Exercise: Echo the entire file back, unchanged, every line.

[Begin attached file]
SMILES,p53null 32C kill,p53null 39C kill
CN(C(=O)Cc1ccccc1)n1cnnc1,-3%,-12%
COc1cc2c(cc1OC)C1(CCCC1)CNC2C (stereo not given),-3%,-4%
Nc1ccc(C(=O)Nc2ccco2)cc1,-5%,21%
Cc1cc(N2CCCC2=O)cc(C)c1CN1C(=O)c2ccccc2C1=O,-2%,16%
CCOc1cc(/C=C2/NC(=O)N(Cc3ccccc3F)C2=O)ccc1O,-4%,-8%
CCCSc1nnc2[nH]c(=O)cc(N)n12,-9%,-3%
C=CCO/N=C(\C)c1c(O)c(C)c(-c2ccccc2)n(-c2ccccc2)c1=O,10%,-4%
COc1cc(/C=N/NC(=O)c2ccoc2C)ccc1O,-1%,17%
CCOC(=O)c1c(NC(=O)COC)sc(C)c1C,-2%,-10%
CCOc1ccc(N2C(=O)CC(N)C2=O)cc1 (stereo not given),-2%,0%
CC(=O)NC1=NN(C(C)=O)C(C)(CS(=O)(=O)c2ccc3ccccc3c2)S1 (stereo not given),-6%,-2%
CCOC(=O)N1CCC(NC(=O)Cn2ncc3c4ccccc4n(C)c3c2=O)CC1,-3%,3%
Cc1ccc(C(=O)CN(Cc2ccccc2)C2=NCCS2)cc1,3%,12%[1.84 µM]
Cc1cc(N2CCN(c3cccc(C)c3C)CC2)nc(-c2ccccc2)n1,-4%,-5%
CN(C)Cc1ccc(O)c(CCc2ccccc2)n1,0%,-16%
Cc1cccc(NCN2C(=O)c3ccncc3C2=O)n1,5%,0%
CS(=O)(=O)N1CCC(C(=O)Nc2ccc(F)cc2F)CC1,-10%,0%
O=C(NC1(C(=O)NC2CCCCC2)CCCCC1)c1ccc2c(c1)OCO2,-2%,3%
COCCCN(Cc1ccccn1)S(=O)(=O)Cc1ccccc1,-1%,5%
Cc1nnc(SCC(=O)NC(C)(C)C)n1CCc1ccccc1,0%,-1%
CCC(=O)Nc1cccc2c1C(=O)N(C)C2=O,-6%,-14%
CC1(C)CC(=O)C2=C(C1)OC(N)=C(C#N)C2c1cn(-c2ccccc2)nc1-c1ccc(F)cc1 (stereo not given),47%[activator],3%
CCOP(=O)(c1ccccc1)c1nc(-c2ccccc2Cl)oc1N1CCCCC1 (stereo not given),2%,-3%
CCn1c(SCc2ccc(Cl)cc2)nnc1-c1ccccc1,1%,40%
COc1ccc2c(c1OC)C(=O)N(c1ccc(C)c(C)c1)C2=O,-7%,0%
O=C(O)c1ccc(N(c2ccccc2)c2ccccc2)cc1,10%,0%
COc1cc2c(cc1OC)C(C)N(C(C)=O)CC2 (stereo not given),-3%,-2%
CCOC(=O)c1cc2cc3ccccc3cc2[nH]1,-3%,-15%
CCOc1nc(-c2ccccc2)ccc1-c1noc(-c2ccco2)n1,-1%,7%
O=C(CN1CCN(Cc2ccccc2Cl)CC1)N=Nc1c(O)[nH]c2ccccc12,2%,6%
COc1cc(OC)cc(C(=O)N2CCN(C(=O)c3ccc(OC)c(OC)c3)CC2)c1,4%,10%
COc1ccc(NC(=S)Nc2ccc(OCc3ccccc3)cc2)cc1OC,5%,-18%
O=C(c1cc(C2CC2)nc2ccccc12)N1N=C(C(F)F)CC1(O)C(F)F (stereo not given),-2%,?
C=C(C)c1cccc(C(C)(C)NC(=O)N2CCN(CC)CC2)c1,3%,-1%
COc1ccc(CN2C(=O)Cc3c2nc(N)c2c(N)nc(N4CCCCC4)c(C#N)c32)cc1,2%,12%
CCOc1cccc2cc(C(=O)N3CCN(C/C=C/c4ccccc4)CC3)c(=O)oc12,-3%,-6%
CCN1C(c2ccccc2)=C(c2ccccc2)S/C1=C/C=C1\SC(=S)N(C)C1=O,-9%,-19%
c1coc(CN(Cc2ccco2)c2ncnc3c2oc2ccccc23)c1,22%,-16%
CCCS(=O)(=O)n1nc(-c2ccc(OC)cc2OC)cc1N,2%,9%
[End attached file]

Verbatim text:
SMILES,p53null 32C kill,p53null 39C kill
CN(C(=O)Cc1ccccc1)n1cnnc1,-3%,-12%
COc1cc2c(cc1OC)C1(CCCC1)CNC2C (stereo not given),-3%,-4%
Nc1ccc(C(=O)Nc2ccco2)cc1,-5%,21%
Cc1cc(N2CCCC2=O)cc(C)c1CN1C(=O)c2ccccc2C1=O,-2%,16%
CCOc1cc(/C=C2/NC(=O)N(Cc3ccccc3F)C2=O)ccc1O,-4%,-8%
CCCSc1nnc2[nH]c(=O)cc(N)n12,-9%,-3%
C=CCO/N=C(\C)c1c(O)c(C)c(-c2ccccc2)n(-c2ccccc2)c1=O,10%,-4%
COc1cc(/C=N/NC(=O)c2ccoc2C)ccc1O,-1%,17%
CCOC(=O)c1c(NC(=O)COC)sc(C)c1C,-2%,-10%
CCOc1ccc(N2C(=O)CC(N)C2=O)cc1 (stereo not given),-2%,0%
CC(=O)NC1=NN(C(C)=O)C(C)(CS(=O)(=O)c2ccc3ccccc3c2)S1 (stereo not given),-6%,-2%
CCOC(=O)N1CCC(NC(=O)Cn2ncc3c4ccccc4n(C)c3c2=O)CC1,-3%,3%
Cc1ccc(C(=O)CN(Cc2ccccc2)C2=NCCS2)cc1,3%,12%[1.84 µM]
Cc1cc(N2CCN(c3cccc(C)c3C)CC2)nc(-c2ccccc2)n1,-4%,-5%
CN(C)Cc1ccc(O)c(CCc2ccccc2)n1,0%,-16%
Cc1cccc(NCN2C(=O)c3ccncc3C2=O)n1,5%,0%
CS(=O)(=O)N1CCC(C(=O)Nc2ccc(F)cc2F)CC1,-10%,0%
O=C(NC1(C(=O)NC2CCCCC2)CCCCC1)c1ccc2c(c1)OCO2,-2%,3%
COCCCN(Cc1ccccn1)S(=O)(=O)Cc1ccccc1,-1%,5%
Cc1nnc(SCC(=O)NC(C)(C)C)n1CCc1ccccc1,0%,-1%
CCC(=O)Nc1cccc2c1C(=O)N(C)C2=O,-6%,-14%
CC1(C)CC(=O)C2=C(C1)OC(N)=C(C#N)C2c1cn(-c2ccccc2)nc1-c1ccc(F)cc1 (stereo not given),47%[activator],3%
CCOP(=O)(c1ccccc1)c1nc(-c2ccccc2Cl)oc1N1CCCCC1 (stereo not given),2%,-3%
CCn1c(SCc2ccc(Cl)cc2)nnc1-c1ccccc1,1%,40%
COc1ccc2c(c1OC)C(=O)N(c1ccc(C)c(C)c1)C2=O,-7%,0%
O=C(O)c1ccc(N(c2ccccc2)c2ccccc2)cc1,10%,0%
COc1cc2c(cc1OC)C(C)N(C(C)=O)CC2 (stereo not given),-3%,-2%
CCOC(=O)c1cc2cc3ccccc3cc2[nH]1,-3%,-15%
CCOc1nc(-c2ccccc2)ccc1-c1noc(-c2ccco2)n1,-1%,7%
O=C(CN1CCN(Cc2ccccc2Cl)CC1)N=Nc1c(O)[nH]c2ccccc12,2%,6%
COc1cc(OC)cc(C(=O)N2CCN(C(=O)c3ccc(OC)c(OC)c3)CC2)c1,4%,10%
COc1ccc(NC(=S)Nc2ccc(OCc3ccccc3)cc2)cc1OC,5%,-18%
O=C(c1cc(C2CC2)nc2ccccc12)N1N=C(C(F)F)CC1(O)C(F)F (stereo not given),-2%,?
C=C(C)c1cccc(C(C)(C)NC(=O)N2CCN(CC)CC2)c1,3%,-1%
COc1ccc(CN2C(=O)Cc3c2nc(N)c2c(N)nc(N4CCCCC4)c(C#N)c32)cc1,2%,12%
CCOc1cccc2cc(C(=O)N3CCN(C/C=C/c4ccccc4)CC3)c(=O)oc12,-3%,-6%
CCN1C(c2ccccc2)=C(c2ccccc2)S/C1=C/C=C1\SC(=S)N(C)C1=O,-9%,-19%
c1coc(CN(Cc2ccco2)c2ncnc3c2oc2ccccc23)c1,22%,-16%
CCCS(=O)(=O)n1nc(-c2ccc(OC)cc2OC)cc1N,2%,9%